Fukada Chokujō was (1861-1947) born in Shiga Prefecture, Japan. He moved up to Kyoto, an ancient capital of Japan, and he started to learn the Shijō School Japanese paintings under Morikawa Sobun. Since 1879, Chokujō submitted his paintings to several exhibitions and received awards. In 1903, he was the judge for the 5th Naikoku Kangyō Hakurankai. He was also the regular member of the Nihon Bijutsu Kyōkai and the Osaka Kaigakai. He once taught at the Kyōto-shiritsu Kaiga Senmon Gakkō (the Kyōto City Specialist School of Painting). In his later life, he moved to Osaka and devoted his time to research of paintings and nurtured next generations, mostly. In addition to landscape and flowers & birds paintings, he was good at sketching of fish.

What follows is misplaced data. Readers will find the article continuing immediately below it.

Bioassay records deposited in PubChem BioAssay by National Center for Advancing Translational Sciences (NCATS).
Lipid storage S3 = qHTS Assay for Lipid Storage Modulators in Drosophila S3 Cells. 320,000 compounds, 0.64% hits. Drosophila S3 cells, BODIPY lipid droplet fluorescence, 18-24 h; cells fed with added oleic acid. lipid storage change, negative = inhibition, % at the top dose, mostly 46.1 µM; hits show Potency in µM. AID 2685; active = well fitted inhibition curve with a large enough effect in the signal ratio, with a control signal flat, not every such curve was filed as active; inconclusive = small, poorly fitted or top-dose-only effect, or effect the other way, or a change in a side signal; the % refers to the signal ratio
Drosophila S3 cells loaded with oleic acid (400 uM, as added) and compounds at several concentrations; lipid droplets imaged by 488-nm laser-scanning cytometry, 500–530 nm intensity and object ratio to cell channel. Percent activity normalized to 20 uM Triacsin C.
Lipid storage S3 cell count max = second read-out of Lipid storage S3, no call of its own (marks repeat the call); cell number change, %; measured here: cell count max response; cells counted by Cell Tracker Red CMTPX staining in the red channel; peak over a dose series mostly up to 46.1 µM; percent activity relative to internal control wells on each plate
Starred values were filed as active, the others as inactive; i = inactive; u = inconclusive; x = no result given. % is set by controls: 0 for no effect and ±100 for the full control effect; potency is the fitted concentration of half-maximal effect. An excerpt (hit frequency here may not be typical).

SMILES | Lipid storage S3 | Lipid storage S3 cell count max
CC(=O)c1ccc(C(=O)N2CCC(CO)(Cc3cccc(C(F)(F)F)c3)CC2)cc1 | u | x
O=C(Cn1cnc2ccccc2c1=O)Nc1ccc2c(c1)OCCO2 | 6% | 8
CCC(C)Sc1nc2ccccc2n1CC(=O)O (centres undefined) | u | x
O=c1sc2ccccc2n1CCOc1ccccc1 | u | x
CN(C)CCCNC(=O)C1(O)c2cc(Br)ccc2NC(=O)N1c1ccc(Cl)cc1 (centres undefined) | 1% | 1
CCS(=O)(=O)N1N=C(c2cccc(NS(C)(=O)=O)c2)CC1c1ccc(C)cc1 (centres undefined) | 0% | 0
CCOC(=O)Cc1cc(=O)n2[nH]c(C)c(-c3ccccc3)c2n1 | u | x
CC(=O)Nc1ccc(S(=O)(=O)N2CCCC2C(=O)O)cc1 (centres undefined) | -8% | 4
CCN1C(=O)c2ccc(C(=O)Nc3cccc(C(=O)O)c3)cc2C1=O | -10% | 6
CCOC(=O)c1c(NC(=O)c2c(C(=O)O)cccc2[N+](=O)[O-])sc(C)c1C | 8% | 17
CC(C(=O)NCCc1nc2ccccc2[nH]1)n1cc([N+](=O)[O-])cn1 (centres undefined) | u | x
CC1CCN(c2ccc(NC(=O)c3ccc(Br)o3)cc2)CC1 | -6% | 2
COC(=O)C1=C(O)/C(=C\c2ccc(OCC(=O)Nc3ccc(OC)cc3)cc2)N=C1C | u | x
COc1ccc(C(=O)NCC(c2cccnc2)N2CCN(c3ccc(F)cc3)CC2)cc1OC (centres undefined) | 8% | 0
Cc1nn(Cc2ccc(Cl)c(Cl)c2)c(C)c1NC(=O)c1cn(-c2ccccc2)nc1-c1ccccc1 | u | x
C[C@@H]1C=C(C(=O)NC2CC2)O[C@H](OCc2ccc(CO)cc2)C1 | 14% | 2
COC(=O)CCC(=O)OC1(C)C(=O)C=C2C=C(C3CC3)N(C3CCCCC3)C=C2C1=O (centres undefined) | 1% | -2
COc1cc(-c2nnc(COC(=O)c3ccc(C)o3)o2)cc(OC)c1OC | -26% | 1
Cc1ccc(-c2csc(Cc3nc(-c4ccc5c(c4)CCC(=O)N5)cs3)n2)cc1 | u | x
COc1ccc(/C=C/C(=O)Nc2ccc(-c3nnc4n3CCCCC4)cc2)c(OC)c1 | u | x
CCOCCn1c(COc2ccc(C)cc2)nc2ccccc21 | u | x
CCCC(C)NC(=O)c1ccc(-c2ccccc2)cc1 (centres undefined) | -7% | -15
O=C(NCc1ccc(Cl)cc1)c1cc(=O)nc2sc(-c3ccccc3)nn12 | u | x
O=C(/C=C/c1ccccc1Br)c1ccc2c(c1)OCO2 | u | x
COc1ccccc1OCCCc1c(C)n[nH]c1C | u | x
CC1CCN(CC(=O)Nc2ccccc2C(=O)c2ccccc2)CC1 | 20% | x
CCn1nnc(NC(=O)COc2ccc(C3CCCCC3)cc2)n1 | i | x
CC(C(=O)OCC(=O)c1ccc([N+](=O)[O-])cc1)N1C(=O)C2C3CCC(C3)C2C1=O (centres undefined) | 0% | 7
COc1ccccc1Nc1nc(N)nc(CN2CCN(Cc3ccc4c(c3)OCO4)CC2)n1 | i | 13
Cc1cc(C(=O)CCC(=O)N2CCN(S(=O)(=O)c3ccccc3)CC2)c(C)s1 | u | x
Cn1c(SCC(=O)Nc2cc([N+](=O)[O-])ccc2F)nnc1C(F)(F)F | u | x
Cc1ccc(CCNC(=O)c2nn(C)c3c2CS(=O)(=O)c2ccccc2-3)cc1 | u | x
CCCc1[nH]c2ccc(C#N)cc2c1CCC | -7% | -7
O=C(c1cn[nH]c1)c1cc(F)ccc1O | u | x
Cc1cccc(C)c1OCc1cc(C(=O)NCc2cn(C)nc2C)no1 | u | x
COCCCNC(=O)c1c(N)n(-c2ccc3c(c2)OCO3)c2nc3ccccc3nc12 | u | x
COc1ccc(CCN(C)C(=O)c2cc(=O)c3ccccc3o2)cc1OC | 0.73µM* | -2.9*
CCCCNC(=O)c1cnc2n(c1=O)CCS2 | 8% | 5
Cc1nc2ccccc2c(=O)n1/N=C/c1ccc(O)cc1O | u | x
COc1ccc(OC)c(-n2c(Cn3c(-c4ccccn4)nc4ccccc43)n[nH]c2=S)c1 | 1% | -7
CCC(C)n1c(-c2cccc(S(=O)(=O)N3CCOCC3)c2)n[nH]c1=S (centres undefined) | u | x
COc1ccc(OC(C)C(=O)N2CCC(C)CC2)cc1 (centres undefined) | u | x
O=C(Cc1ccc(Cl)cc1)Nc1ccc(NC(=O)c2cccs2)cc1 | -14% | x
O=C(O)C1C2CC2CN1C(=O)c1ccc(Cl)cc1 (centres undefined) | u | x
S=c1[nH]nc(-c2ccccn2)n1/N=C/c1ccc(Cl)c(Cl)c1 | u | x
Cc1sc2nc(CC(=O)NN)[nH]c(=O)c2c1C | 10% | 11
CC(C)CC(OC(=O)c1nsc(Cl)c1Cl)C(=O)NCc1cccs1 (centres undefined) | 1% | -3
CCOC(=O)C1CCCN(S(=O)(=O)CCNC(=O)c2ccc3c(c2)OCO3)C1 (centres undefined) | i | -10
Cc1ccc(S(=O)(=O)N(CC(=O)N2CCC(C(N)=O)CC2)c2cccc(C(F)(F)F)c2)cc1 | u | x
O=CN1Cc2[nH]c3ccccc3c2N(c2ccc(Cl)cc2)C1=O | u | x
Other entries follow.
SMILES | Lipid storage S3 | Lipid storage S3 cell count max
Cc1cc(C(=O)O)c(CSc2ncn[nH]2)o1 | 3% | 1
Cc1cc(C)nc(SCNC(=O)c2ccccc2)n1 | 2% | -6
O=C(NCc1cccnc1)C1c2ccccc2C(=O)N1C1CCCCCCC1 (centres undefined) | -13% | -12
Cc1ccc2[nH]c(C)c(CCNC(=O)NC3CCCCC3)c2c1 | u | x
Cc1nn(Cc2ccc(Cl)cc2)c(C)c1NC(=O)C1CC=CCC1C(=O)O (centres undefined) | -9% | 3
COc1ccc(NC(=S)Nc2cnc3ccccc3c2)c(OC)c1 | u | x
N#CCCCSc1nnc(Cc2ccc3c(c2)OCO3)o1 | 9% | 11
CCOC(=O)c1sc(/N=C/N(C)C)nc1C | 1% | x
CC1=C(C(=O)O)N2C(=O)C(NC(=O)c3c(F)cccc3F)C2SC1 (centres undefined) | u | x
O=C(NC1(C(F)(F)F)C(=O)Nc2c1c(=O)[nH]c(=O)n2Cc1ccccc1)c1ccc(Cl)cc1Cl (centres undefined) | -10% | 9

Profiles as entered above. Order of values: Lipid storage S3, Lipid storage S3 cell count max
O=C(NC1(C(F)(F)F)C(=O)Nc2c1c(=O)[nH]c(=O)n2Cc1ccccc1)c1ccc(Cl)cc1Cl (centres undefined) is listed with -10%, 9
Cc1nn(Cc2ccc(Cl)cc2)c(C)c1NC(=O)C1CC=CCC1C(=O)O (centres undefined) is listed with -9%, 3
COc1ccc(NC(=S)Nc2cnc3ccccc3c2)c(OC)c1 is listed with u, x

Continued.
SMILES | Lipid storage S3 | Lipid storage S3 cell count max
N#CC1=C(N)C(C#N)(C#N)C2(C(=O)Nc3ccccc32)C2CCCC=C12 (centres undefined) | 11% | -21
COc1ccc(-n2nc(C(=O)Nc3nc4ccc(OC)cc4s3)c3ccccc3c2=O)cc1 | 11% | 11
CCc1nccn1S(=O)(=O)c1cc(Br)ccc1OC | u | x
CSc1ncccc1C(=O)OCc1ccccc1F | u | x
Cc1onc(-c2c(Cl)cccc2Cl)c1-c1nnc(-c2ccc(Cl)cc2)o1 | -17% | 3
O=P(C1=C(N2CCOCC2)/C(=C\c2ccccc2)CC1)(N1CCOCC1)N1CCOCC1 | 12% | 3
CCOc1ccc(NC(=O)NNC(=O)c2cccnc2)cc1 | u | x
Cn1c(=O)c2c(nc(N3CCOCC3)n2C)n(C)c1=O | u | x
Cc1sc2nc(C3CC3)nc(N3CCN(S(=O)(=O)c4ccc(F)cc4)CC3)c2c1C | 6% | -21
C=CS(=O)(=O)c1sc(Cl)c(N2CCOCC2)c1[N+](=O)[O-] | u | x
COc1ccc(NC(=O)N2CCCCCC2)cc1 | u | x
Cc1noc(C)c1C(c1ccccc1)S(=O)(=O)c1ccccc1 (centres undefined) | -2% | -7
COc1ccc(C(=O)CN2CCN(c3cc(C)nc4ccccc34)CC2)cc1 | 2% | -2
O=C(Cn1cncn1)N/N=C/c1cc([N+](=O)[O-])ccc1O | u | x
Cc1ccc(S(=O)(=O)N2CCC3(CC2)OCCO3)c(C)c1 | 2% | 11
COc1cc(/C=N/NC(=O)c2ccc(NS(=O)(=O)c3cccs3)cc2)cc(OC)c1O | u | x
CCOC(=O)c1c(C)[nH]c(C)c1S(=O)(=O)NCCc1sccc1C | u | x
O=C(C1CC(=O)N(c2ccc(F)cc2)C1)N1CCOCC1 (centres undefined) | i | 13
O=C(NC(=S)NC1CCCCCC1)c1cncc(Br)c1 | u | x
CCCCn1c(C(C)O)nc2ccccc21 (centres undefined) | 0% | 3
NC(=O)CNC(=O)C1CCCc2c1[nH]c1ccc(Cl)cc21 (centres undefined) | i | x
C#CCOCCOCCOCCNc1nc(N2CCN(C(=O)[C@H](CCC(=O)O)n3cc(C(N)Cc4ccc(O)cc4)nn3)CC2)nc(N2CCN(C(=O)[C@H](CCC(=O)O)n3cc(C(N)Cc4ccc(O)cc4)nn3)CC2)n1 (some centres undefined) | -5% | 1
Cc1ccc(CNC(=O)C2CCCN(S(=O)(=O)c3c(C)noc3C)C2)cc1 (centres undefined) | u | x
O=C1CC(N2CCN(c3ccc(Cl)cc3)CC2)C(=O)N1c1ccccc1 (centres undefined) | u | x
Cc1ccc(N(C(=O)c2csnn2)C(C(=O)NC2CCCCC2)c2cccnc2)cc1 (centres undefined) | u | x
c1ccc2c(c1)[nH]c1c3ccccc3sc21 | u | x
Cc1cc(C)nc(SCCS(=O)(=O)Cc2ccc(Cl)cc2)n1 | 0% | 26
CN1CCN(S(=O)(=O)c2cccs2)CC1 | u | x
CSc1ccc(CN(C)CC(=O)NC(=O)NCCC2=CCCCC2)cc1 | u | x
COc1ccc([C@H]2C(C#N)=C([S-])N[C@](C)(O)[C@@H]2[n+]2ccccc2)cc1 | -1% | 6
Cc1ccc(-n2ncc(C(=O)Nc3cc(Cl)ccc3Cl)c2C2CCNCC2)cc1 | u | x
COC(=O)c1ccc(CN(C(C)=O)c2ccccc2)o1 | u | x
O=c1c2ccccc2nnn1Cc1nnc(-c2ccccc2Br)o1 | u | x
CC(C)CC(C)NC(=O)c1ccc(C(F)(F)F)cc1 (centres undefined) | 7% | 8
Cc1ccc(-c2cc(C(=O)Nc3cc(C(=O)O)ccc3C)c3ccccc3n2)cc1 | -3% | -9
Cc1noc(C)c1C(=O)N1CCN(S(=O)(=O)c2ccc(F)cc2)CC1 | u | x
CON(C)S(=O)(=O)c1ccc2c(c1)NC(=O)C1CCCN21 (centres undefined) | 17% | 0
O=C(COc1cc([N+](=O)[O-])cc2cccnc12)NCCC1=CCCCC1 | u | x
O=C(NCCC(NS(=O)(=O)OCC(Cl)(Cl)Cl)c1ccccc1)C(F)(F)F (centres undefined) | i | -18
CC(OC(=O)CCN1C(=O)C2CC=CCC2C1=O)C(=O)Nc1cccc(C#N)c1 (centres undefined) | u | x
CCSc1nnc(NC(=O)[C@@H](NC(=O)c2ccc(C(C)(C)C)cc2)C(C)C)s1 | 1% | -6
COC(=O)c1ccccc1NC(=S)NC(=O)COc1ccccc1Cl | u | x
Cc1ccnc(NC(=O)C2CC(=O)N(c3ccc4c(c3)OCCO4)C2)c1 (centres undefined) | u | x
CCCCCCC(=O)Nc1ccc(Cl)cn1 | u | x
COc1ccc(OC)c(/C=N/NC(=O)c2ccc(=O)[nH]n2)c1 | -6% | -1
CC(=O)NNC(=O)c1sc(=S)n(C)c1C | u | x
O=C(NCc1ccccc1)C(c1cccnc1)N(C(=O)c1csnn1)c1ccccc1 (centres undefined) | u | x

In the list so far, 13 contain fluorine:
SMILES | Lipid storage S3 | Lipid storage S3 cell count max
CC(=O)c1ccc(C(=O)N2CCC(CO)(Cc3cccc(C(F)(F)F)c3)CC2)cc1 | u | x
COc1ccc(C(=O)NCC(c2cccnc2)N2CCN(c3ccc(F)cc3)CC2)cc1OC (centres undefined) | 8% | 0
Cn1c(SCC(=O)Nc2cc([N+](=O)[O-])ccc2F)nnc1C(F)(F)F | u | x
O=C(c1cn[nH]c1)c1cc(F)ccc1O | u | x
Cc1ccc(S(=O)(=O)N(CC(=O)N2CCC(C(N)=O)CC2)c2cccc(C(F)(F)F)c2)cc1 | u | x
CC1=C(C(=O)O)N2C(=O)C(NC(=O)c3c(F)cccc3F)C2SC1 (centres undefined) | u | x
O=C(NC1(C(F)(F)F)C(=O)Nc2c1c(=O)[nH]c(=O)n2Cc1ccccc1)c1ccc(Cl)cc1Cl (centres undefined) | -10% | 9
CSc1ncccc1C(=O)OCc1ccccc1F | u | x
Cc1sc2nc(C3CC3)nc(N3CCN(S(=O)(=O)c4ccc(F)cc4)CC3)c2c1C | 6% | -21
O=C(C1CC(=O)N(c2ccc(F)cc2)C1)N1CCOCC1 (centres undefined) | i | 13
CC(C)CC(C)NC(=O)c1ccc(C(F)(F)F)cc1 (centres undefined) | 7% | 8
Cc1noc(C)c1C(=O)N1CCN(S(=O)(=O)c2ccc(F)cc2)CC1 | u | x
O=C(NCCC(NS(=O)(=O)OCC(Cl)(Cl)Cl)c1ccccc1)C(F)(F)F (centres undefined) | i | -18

In this work, Kikka Shōkin-zu (Chrysanthemums and a Small Bird painting), Chokujō presented the perspective by contrasting of the shade and light of the leaves. He was also succeeded in depicting the unique chrysanthemums’ blossoms using *koroku, a technique of drawing. By drawing the straight bamboo support stakes with sharp lines, it gives a unique vibrant and lively impression to the entire screen. This proves how skillful he was.
* kōroku: One of the Oriental drawing techniques, contour method. Outlining with fine lines and then color the inside. Used in flowers & birds paintings. Along with mokkotsu technique, this is one of the two major drawing techniques.